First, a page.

Low KLK1 Levels Associated with Stroke
Studies have shown that stroke patients have lower KLK1 levels and that low KLK1 levels after a stroke may be a predictor of recurrent stroke:
Annals of Neurology (2011) 70:265-73;
Tissue kallikrein (TK) cleaves kininogen to produce the potent bioactive compounds kinin and bradykinin, which lower blood pressure and protect the heart, kidneys, and blood vessels. Reduction in TK levels is associated with cardiovascular disease and diabetes in animal models. In this study, we investigated the association of TK levels with event-free survival over 5 years in Chinese first-ever stroke patients.
We conducted a case–control study with 1,268 stroke patients (941 cerebral infarction, 327 cerebral hemorrhage) and 1,210 controls. Plasma TK levels were measured with an enzyme-linked immunosorbent assay. We used logistic regression and Cox proportional hazards models to assess the relationship between TK levels and risk of first-time or recurrent stroke.
Plasma TK levels were significantly lower in stroke patients (0.163 ± 0.064mg/l vs 0.252 ± 0.093mg/l, p < 0.001), especially those with ischemic stroke. After adjustment for traditional risk factors, plasma TK levels were negatively associated with the risk of first-ever stroke (odds ratio [OR], 0.344; 95% confidence interval [CI], 0.30–0.389; p < 0.001) and stroke recurrence and positively associated with event-free survival during 5 years of follow-up (relative risk, 0.82; 95% CI, 0.74–0.90; p < 0.001). Compared with the first quartile of plasma TK levels, the ORs for first-ever stroke patients were as follows: second quartile, 0.77 (95% CI, 0.56–1.07); third quartile, 0.23 (95% CI, 0.17–0.32); fourth quartile, 0.04 (95% CI, 0.03–0.06).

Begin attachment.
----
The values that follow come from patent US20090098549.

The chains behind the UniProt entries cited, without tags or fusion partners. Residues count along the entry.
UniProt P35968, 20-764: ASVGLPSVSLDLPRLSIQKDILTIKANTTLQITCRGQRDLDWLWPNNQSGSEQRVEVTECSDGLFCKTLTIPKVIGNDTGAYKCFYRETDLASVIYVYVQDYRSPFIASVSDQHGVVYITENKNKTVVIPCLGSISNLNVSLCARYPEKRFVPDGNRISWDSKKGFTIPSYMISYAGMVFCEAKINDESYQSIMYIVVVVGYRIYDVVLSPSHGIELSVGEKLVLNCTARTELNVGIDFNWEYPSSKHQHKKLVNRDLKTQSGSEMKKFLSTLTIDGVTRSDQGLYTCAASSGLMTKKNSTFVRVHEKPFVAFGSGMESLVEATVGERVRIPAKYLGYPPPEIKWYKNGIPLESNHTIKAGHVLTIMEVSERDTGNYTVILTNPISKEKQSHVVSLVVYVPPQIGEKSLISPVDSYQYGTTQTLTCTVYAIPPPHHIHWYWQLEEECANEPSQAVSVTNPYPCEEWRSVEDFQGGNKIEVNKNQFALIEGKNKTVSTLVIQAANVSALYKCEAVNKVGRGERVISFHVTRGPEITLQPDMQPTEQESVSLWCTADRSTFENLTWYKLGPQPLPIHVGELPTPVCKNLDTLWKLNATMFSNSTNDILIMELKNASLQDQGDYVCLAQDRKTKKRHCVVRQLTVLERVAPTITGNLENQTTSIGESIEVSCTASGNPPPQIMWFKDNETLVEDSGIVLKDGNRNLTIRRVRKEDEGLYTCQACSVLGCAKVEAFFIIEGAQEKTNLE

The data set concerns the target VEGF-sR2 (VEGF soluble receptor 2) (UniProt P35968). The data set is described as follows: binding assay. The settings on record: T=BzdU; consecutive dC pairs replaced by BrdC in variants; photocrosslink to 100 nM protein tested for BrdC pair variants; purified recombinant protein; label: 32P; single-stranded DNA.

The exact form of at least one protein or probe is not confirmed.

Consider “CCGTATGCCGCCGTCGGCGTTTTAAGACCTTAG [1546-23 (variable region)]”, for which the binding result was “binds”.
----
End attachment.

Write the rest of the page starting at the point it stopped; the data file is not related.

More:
Lower plasma TK levels are independently associated with first-ever stroke and are an independent predictor of recurrence after an initial stroke. ANN NEUROL 2011;
Disease Markers Volume 2015, Article ID 159750, 8 pages
Aim. Tissue kallikrein (TK) protein content in plasma has been shown to be negatively associated with both incident and recurrent strokes. The aims of this study were to develop a novel method for detecting TK activity and to investigate its association with event-free survival over 5 years in Chinese first-ever stroke patients. Methods. We designed a case-control study with 321 stroke patients (174: ischemic stroke, 147: hemorrhagic stroke) and 323 healthy local controls. TK activity was measured by a novel assay utilizing the immunological characteristics of TK and the catalysis of benzoyl arginine ethyl ester hydrochloride (BAEE). Results. TK protein levels above 0.200 mg/L in plasma were not associated with urinary TK activity or the risk of stroke recurrence. TK activity was significantly lower in stroke patients compared with controls (1.583 ± 0.673 Eu/mL versus 1.934 ± 0.284 Eu/mL, ). After adjusting for traditional risk factors, TK activity was negatively associated, in a dose-response manner, with the risk of overall stroke recurrence and positively associated with event-free survival during a 5-year follow-up (relative risk (RR), 0.69; 95% CI, 0.57–0.84; ). Conclusions. Our findings suggest that urinary TK activity may be a stronger predictor of stroke recurrence than plasma TK levels.